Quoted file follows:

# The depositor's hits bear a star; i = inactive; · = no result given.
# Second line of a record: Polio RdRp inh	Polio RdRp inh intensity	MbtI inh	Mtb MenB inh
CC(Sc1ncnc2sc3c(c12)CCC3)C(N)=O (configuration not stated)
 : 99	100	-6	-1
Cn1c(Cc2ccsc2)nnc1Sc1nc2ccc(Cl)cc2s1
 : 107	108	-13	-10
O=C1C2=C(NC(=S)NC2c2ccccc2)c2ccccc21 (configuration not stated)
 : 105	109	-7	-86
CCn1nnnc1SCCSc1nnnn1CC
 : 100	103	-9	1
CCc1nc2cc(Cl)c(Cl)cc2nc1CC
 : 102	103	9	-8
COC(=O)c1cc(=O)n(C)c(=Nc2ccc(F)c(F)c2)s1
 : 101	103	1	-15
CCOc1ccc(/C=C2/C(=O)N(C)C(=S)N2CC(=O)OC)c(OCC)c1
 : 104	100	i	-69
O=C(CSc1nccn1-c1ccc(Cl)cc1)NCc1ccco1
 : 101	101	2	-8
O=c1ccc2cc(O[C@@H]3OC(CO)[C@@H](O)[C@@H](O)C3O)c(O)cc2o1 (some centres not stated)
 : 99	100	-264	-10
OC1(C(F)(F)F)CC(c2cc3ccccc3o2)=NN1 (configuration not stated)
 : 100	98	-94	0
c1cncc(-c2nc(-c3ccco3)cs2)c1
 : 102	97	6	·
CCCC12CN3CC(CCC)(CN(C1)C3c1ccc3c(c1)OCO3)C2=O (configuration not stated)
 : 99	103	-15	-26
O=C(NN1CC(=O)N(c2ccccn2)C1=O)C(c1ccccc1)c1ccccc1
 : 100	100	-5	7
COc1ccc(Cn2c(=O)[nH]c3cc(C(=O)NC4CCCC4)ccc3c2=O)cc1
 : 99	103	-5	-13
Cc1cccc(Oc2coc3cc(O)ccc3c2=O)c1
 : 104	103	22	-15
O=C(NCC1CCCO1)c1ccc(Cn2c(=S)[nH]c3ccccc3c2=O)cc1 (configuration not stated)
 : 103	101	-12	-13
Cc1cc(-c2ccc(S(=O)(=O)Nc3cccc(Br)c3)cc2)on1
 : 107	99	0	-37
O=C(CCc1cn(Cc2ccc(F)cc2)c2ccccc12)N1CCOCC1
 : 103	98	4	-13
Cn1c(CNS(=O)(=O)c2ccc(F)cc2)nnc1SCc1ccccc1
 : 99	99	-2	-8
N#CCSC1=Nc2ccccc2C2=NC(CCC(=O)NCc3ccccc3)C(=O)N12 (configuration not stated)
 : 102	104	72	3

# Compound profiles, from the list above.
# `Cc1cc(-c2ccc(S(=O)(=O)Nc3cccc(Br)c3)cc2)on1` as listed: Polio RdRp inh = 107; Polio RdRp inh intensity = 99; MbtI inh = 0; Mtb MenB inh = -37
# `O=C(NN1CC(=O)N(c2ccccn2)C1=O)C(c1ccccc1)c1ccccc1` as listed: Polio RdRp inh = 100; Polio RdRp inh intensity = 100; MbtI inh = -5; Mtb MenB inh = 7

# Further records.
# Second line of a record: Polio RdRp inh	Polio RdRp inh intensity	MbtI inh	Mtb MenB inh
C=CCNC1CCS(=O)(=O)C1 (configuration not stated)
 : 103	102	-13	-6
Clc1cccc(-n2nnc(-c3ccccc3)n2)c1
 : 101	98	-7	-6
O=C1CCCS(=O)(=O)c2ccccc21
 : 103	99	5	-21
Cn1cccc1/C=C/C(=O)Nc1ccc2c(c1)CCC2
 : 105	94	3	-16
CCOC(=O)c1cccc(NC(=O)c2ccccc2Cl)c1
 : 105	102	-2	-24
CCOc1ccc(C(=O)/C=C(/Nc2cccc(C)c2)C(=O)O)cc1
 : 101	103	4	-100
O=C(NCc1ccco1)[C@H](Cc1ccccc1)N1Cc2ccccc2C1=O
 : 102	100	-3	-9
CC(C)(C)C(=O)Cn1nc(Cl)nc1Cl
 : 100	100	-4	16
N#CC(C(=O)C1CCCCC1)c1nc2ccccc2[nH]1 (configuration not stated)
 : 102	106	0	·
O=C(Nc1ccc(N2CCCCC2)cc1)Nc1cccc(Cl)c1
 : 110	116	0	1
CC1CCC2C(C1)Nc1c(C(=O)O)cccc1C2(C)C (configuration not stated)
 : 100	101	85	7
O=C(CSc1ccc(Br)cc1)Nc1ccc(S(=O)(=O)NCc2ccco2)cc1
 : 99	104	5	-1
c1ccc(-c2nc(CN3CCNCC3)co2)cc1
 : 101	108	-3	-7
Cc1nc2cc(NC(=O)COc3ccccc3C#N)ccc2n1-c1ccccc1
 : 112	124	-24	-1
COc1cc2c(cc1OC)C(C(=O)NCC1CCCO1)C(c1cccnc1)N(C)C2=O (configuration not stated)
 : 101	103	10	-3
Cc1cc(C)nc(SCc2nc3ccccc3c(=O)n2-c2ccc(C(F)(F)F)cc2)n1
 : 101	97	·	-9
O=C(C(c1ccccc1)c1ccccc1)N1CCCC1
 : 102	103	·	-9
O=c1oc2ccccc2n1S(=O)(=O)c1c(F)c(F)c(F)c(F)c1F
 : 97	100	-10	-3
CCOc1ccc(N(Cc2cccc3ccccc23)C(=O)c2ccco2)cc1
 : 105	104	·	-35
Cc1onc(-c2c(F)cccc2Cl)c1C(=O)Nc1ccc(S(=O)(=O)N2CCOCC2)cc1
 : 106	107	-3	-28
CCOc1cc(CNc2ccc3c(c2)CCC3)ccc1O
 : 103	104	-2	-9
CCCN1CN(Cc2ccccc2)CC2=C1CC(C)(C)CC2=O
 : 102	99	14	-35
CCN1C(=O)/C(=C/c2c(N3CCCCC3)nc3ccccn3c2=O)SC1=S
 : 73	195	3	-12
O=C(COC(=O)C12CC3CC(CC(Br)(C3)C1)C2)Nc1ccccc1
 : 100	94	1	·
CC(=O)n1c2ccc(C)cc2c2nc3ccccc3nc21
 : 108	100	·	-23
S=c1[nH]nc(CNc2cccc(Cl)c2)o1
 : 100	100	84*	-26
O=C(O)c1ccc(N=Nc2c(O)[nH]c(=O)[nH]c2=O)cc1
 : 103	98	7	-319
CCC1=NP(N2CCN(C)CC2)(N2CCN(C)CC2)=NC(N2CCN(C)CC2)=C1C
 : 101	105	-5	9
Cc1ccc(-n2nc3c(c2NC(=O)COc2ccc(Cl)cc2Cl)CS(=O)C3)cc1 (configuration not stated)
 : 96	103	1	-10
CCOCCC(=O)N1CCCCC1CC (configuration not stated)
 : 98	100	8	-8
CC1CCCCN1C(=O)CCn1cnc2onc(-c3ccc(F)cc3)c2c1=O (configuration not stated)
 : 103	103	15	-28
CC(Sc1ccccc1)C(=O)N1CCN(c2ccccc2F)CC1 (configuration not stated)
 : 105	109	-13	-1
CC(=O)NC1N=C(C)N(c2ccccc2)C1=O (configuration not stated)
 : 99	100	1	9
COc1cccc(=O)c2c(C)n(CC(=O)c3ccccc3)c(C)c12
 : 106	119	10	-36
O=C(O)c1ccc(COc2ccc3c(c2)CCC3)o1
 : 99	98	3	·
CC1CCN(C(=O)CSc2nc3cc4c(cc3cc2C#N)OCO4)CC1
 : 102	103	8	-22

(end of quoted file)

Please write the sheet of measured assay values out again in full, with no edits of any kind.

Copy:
# The depositor's hits bear a star; i = inactive; · = no result given.
# Second line of a record: Polio RdRp inh	Polio RdRp inh intensity	MbtI inh	Mtb MenB inh
CC(Sc1ncnc2sc3c(c12)CCC3)C(N)=O (configuration not stated)
 : 99	100	-6	-1
Cn1c(Cc2ccsc2)nnc1Sc1nc2ccc(Cl)cc2s1
 : 107	108	-13	-10
O=C1C2=C(NC(=S)NC2c2ccccc2)c2ccccc21 (configuration not stated)
 : 105	109	-7	-86
CCn1nnnc1SCCSc1nnnn1CC
 : 100	103	-9	1
CCc1nc2cc(Cl)c(Cl)cc2nc1CC
 : 102	103	9	-8
COC(=O)c1cc(=O)n(C)c(=Nc2ccc(F)c(F)c2)s1
 : 101	103	1	-15
CCOc1ccc(/C=C2/C(=O)N(C)C(=S)N2CC(=O)OC)c(OCC)c1
 : 104	100	i	-69
O=C(CSc1nccn1-c1ccc(Cl)cc1)NCc1ccco1
 : 101	101	2	-8
O=c1ccc2cc(O[C@@H]3OC(CO)[C@@H](O)[C@@H](O)C3O)c(O)cc2o1 (some centres not stated)
 : 99	100	-264	-10
OC1(C(F)(F)F)CC(c2cc3ccccc3o2)=NN1 (configuration not stated)
 : 100	98	-94	0
c1cncc(-c2nc(-c3ccco3)cs2)c1
 : 102	97	6	·
CCCC12CN3CC(CCC)(CN(C1)C3c1ccc3c(c1)OCO3)C2=O (configuration not stated)
 : 99	103	-15	-26
O=C(NN1CC(=O)N(c2ccccn2)C1=O)C(c1ccccc1)c1ccccc1
 : 100	100	-5	7
COc1ccc(Cn2c(=O)[nH]c3cc(C(=O)NC4CCCC4)ccc3c2=O)cc1
 : 99	103	-5	-13
Cc1cccc(Oc2coc3cc(O)ccc3c2=O)c1
 : 104	103	22	-15
O=C(NCC1CCCO1)c1ccc(Cn2c(=S)[nH]c3ccccc3c2=O)cc1 (configuration not stated)
 : 103	101	-12	-13
Cc1cc(-c2ccc(S(=O)(=O)Nc3cccc(Br)c3)cc2)on1
 : 107	99	0	-37
O=C(CCc1cn(Cc2ccc(F)cc2)c2ccccc12)N1CCOCC1
 : 103	98	4	-13
Cn1c(CNS(=O)(=O)c2ccc(F)cc2)nnc1SCc1ccccc1
 : 99	99	-2	-8
N#CCSC1=Nc2ccccc2C2=NC(CCC(=O)NCc3ccccc3)C(=O)N12 (configuration not stated)
 : 102	104	72	3

# Compound profiles, from the list above.
# `Cc1cc(-c2ccc(S(=O)(=O)Nc3cccc(Br)c3)cc2)on1` as listed: Polio RdRp inh = 107; Polio RdRp inh intensity = 99; MbtI inh = 0; Mtb MenB inh = -37
# `O=C(NN1CC(=O)N(c2ccccn2)C1=O)C(c1ccccc1)c1ccccc1` as listed: Polio RdRp inh = 100; Polio RdRp inh intensity = 100; MbtI inh = -5; Mtb MenB inh = 7

# Further records.
# Second line of a record: Polio RdRp inh	Polio RdRp inh intensity	MbtI inh	Mtb MenB inh
C=CCNC1CCS(=O)(=O)C1 (configuration not stated)
 : 103	102	-13	-6
Clc1cccc(-n2nnc(-c3ccccc3)n2)c1
 : 101	98	-7	-6
O=C1CCCS(=O)(=O)c2ccccc21
 : 103	99	5	-21
Cn1cccc1/C=C/C(=O)Nc1ccc2c(c1)CCC2
 : 105	94	3	-16
CCOC(=O)c1cccc(NC(=O)c2ccccc2Cl)c1
 : 105	102	-2	-24
CCOc1ccc(C(=O)/C=C(/Nc2cccc(C)c2)C(=O)O)cc1
 : 101	103	4	-100
O=C(NCc1ccco1)[C@H](Cc1ccccc1)N1Cc2ccccc2C1=O
 : 102	100	-3	-9
CC(C)(C)C(=O)Cn1nc(Cl)nc1Cl
 : 100	100	-4	16
N#CC(C(=O)C1CCCCC1)c1nc2ccccc2[nH]1 (configuration not stated)
 : 102	106	0	·
O=C(Nc1ccc(N2CCCCC2)cc1)Nc1cccc(Cl)c1
 : 110	116	0	1
CC1CCC2C(C1)Nc1c(C(=O)O)cccc1C2(C)C (configuration not stated)
 : 100	101	85	7
O=C(CSc1ccc(Br)cc1)Nc1ccc(S(=O)(=O)NCc2ccco2)cc1
 : 99	104	5	-1
c1ccc(-c2nc(CN3CCNCC3)co2)cc1
 : 101	108	-3	-7
Cc1nc2cc(NC(=O)COc3ccccc3C#N)ccc2n1-c1ccccc1
 : 112	124	-24	-1
COc1cc2c(cc1OC)C(C(=O)NCC1CCCO1)C(c1cccnc1)N(C)C2=O (configuration not stated)
 : 101	103	10	-3
Cc1cc(C)nc(SCc2nc3ccccc3c(=O)n2-c2ccc(C(F)(F)F)cc2)n1
 : 101	97	·	-9
O=C(C(c1ccccc1)c1ccccc1)N1CCCC1
 : 102	103	·	-9
O=c1oc2ccccc2n1S(=O)(=O)c1c(F)c(F)c(F)c(F)c1F
 : 97	100	-10	-3
CCOc1ccc(N(Cc2cccc3ccccc23)C(=O)c2ccco2)cc1
 : 105	104	·	-35
Cc1onc(-c2c(F)cccc2Cl)c1C(=O)Nc1ccc(S(=O)(=O)N2CCOCC2)cc1
 : 106	107	-3	-28
CCOc1cc(CNc2ccc3c(c2)CCC3)ccc1O
 : 103	104	-2	-9
CCCN1CN(Cc2ccccc2)CC2=C1CC(C)(C)CC2=O
 : 102	99	14	-35
CCN1C(=O)/C(=C/c2c(N3CCCCC3)nc3ccccn3c2=O)SC1=S
 : 73	195	3	-12
O=C(COC(=O)C12CC3CC(CC(Br)(C3)C1)C2)Nc1ccccc1
 : 100	94	1	·
CC(=O)n1c2ccc(C)cc2c2nc3ccccc3nc21
 : 108	100	·	-23
S=c1[nH]nc(CNc2cccc(Cl)c2)o1
 : 100	100	84*	-26
O=C(O)c1ccc(N=Nc2c(O)[nH]c(=O)[nH]c2=O)cc1
 : 103	98	7	-319
CCC1=NP(N2CCN(C)CC2)(N2CCN(C)CC2)=NC(N2CCN(C)CC2)=C1C
 : 101	105	-5	9
Cc1ccc(-n2nc3c(c2NC(=O)COc2ccc(Cl)cc2Cl)CS(=O)C3)cc1 (configuration not stated)
 : 96	103	1	-10
CCOCCC(=O)N1CCCCC1CC (configuration not stated)
 : 98	100	8	-8
CC1CCCCN1C(=O)CCn1cnc2onc(-c3ccc(F)cc3)c2c1=O (configuration not stated)
 : 103	103	15	-28
CC(Sc1ccccc1)C(=O)N1CCN(c2ccccc2F)CC1 (configuration not stated)
 : 105	109	-13	-1
CC(=O)NC1N=C(C)N(c2ccccc2)C1=O (configuration not stated)
 : 99	100	1	9
COc1cccc(=O)c2c(C)n(CC(=O)c3ccccc3)c(C)c12
 : 106	119	10	-36
O=C(O)c1ccc(COc2ccc3c(c2)CCC3)o1
 : 99	98	3	·
CC1CCN(C(=O)CSc2nc3cc4c(cc3cc2C#N)OCO4)CC1
 : 102	103	8	-22